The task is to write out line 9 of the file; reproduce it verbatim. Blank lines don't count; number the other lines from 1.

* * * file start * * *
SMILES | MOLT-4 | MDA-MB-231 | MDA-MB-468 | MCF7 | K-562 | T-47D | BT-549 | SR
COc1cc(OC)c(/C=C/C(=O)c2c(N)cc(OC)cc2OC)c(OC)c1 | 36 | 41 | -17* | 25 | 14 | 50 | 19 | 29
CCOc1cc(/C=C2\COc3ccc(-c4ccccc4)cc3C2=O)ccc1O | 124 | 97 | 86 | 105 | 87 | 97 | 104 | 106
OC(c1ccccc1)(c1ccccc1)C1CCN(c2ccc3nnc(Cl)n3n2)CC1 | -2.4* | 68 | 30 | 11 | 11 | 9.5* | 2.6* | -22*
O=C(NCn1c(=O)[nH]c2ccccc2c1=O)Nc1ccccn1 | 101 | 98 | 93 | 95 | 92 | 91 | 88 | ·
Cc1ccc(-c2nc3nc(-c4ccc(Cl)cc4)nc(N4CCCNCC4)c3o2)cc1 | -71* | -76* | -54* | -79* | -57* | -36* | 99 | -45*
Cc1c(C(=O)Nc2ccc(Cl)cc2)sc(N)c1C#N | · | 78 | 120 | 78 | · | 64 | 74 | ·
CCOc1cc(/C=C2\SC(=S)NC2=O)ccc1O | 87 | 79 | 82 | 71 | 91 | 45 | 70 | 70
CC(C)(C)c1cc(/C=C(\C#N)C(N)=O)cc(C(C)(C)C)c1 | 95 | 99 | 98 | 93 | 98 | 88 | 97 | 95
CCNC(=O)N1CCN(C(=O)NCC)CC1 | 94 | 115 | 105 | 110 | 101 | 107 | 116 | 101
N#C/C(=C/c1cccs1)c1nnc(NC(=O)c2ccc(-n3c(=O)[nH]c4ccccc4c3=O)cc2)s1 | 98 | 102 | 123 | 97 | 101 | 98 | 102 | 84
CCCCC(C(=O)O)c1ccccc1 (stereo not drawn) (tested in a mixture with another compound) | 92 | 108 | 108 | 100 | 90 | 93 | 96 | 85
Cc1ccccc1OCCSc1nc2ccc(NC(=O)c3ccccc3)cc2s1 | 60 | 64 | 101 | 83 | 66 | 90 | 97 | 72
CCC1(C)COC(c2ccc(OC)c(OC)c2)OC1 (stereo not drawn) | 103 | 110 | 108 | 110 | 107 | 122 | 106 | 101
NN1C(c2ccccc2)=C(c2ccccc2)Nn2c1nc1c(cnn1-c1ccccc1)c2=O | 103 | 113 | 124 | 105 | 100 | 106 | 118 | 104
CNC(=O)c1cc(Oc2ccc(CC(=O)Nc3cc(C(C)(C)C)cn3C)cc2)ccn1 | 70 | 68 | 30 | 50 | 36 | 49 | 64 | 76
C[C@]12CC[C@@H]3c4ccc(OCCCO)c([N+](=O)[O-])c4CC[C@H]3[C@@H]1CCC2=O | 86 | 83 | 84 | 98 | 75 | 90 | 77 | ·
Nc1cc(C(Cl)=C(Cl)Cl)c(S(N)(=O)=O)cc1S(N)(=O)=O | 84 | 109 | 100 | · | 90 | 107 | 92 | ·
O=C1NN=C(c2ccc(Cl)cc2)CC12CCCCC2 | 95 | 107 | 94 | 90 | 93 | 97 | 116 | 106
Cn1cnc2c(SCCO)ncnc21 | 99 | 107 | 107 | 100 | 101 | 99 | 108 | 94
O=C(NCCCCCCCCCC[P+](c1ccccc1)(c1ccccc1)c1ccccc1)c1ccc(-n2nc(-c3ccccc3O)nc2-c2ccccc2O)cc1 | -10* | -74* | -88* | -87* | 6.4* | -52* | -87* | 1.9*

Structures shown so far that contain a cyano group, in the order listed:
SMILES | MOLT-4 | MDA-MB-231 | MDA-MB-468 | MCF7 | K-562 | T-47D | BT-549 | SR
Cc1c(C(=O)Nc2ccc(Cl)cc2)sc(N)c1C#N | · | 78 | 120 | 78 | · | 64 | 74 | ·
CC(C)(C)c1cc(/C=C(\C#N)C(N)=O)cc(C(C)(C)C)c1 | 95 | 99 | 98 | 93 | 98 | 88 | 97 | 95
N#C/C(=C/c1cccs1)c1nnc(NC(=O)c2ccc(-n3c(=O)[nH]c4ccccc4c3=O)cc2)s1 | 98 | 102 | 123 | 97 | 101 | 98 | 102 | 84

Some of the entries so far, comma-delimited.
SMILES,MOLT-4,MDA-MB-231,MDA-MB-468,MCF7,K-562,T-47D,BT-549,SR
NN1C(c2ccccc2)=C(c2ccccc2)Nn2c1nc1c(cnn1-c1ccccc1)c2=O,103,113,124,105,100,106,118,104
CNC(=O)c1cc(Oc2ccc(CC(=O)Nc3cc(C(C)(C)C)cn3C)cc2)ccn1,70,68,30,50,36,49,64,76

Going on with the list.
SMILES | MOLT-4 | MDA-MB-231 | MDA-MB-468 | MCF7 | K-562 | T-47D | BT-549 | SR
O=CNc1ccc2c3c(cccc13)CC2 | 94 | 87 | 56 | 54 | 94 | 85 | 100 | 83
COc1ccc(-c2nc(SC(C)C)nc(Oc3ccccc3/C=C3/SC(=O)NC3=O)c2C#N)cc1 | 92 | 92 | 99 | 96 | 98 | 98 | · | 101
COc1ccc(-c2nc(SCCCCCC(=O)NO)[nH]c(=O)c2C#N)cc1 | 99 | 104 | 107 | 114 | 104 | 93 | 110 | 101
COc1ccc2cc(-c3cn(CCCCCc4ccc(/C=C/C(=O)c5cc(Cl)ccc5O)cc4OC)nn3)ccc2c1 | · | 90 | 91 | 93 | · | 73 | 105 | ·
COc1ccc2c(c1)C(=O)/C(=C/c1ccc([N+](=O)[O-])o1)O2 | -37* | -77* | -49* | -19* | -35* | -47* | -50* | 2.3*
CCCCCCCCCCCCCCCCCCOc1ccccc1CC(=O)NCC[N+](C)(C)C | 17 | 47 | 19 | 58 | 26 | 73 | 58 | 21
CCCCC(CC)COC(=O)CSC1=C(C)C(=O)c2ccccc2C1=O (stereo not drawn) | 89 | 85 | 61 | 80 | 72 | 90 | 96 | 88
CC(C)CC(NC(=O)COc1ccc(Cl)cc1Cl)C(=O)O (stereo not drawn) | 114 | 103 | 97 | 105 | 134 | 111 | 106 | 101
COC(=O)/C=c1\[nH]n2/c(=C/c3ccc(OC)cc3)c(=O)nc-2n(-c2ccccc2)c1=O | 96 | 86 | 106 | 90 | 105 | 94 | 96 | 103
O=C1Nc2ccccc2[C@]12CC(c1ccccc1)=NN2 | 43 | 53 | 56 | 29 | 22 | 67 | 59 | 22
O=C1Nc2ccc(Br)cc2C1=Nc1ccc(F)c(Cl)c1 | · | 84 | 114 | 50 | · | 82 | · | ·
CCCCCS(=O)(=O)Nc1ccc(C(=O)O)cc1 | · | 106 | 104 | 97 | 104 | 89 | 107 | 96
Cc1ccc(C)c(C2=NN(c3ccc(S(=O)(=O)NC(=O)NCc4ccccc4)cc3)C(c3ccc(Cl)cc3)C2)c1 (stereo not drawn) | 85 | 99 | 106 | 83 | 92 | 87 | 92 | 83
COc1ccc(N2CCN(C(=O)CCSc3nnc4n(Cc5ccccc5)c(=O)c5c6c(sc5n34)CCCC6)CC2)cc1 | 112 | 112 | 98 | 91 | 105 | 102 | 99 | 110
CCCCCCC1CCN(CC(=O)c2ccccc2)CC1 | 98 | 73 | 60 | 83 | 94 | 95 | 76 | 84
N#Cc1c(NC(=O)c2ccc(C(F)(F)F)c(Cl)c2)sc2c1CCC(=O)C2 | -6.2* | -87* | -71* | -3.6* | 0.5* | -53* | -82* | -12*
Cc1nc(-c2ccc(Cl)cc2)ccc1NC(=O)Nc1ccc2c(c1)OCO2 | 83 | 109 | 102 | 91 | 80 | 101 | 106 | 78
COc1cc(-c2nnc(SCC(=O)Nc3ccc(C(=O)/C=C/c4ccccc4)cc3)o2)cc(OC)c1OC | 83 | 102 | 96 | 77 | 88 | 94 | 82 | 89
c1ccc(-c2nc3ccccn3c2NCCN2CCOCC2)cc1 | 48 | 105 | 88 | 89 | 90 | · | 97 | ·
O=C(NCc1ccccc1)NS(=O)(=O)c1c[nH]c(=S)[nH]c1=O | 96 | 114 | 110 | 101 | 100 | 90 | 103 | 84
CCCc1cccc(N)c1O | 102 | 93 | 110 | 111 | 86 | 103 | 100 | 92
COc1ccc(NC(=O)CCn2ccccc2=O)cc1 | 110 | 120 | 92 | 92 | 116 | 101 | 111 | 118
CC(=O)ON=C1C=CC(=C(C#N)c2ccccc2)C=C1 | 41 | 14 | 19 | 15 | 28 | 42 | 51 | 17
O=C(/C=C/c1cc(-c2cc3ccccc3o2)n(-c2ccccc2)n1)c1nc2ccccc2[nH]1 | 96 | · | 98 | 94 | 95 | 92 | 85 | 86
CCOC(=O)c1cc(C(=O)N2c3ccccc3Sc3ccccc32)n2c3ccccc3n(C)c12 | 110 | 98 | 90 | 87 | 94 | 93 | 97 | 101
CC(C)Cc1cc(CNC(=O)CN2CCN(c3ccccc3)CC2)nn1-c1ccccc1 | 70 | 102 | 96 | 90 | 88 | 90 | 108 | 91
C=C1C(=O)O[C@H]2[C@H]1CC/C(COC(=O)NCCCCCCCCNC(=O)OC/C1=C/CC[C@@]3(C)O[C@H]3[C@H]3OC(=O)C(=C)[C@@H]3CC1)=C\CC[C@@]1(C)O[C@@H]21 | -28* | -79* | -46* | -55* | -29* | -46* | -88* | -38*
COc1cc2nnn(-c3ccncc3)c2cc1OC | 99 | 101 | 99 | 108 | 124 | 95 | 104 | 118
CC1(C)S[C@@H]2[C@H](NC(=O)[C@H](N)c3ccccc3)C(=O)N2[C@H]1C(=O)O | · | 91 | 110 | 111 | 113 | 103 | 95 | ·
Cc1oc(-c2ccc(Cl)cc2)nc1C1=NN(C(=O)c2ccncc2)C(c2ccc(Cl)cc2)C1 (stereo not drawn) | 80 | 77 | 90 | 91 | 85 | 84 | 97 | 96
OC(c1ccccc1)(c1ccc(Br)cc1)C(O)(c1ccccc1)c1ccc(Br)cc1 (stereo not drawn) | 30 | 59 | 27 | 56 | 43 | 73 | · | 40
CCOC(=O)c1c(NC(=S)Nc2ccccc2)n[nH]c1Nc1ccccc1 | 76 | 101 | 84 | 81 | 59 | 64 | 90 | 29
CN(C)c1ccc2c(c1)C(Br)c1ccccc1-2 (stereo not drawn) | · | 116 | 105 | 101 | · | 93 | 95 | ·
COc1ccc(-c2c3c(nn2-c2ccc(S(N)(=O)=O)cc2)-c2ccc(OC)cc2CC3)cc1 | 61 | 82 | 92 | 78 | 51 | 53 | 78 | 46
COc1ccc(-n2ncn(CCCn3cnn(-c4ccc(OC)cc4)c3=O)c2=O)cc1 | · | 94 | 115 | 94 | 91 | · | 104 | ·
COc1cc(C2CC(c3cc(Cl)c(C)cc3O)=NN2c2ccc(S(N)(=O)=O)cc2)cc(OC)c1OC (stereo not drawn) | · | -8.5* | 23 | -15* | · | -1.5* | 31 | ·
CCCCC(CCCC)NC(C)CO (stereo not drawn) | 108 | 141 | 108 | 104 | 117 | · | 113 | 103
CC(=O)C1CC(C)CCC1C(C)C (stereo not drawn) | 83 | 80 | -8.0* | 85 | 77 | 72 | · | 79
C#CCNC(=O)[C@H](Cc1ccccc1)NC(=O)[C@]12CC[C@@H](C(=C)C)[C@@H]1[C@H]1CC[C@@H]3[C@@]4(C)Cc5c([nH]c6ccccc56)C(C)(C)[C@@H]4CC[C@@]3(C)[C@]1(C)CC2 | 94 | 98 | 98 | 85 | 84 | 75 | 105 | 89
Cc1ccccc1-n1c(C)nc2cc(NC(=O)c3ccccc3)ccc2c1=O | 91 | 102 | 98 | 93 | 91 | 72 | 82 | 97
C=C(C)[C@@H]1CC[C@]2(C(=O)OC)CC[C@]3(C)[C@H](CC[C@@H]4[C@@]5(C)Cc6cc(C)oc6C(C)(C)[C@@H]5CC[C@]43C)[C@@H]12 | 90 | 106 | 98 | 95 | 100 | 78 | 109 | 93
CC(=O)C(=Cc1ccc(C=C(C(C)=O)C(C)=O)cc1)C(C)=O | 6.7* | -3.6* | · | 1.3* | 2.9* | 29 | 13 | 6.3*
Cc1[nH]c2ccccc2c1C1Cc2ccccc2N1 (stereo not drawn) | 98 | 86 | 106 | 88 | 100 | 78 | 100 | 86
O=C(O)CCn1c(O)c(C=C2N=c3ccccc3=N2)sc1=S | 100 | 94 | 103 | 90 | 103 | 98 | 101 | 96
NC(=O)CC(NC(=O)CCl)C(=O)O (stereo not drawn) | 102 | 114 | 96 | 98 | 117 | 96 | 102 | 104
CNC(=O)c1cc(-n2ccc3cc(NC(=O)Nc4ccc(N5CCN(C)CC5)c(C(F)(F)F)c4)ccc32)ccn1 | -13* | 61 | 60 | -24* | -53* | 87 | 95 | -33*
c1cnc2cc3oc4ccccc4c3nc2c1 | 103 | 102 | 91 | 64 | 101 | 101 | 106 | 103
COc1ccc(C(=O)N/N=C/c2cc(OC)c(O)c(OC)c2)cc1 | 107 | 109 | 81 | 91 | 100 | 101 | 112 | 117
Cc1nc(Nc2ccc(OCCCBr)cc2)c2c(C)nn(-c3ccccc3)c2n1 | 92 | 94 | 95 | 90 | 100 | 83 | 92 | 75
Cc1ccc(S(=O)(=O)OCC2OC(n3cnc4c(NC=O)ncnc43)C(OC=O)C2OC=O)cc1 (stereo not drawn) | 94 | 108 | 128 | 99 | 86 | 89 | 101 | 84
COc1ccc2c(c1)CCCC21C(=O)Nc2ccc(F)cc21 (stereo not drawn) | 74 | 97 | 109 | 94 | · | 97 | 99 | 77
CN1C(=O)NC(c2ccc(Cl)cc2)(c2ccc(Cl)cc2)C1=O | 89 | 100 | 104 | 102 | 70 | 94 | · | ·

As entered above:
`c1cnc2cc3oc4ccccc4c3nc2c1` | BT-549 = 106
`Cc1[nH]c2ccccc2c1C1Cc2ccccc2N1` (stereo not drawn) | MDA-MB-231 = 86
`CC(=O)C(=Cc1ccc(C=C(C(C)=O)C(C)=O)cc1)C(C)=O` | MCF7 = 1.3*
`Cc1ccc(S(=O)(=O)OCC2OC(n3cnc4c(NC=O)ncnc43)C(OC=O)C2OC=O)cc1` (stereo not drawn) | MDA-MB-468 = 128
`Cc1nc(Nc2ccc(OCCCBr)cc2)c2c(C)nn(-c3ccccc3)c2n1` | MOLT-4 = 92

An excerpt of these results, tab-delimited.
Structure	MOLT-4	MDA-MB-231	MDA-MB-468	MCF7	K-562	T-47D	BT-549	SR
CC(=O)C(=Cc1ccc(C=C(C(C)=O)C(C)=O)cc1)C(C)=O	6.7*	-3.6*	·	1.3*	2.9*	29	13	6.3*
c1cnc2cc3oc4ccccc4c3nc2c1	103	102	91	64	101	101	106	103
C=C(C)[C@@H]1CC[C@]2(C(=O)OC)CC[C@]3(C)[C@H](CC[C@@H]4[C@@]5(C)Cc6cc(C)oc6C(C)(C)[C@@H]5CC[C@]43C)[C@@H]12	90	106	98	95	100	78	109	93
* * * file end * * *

CC(C)(C)c1cc(/C=C(\C#N)C(N)=O)cc(C(C)(C)C)c1 | 95 | 99 | 98 | 93 | 98 | 88 | 97 | 95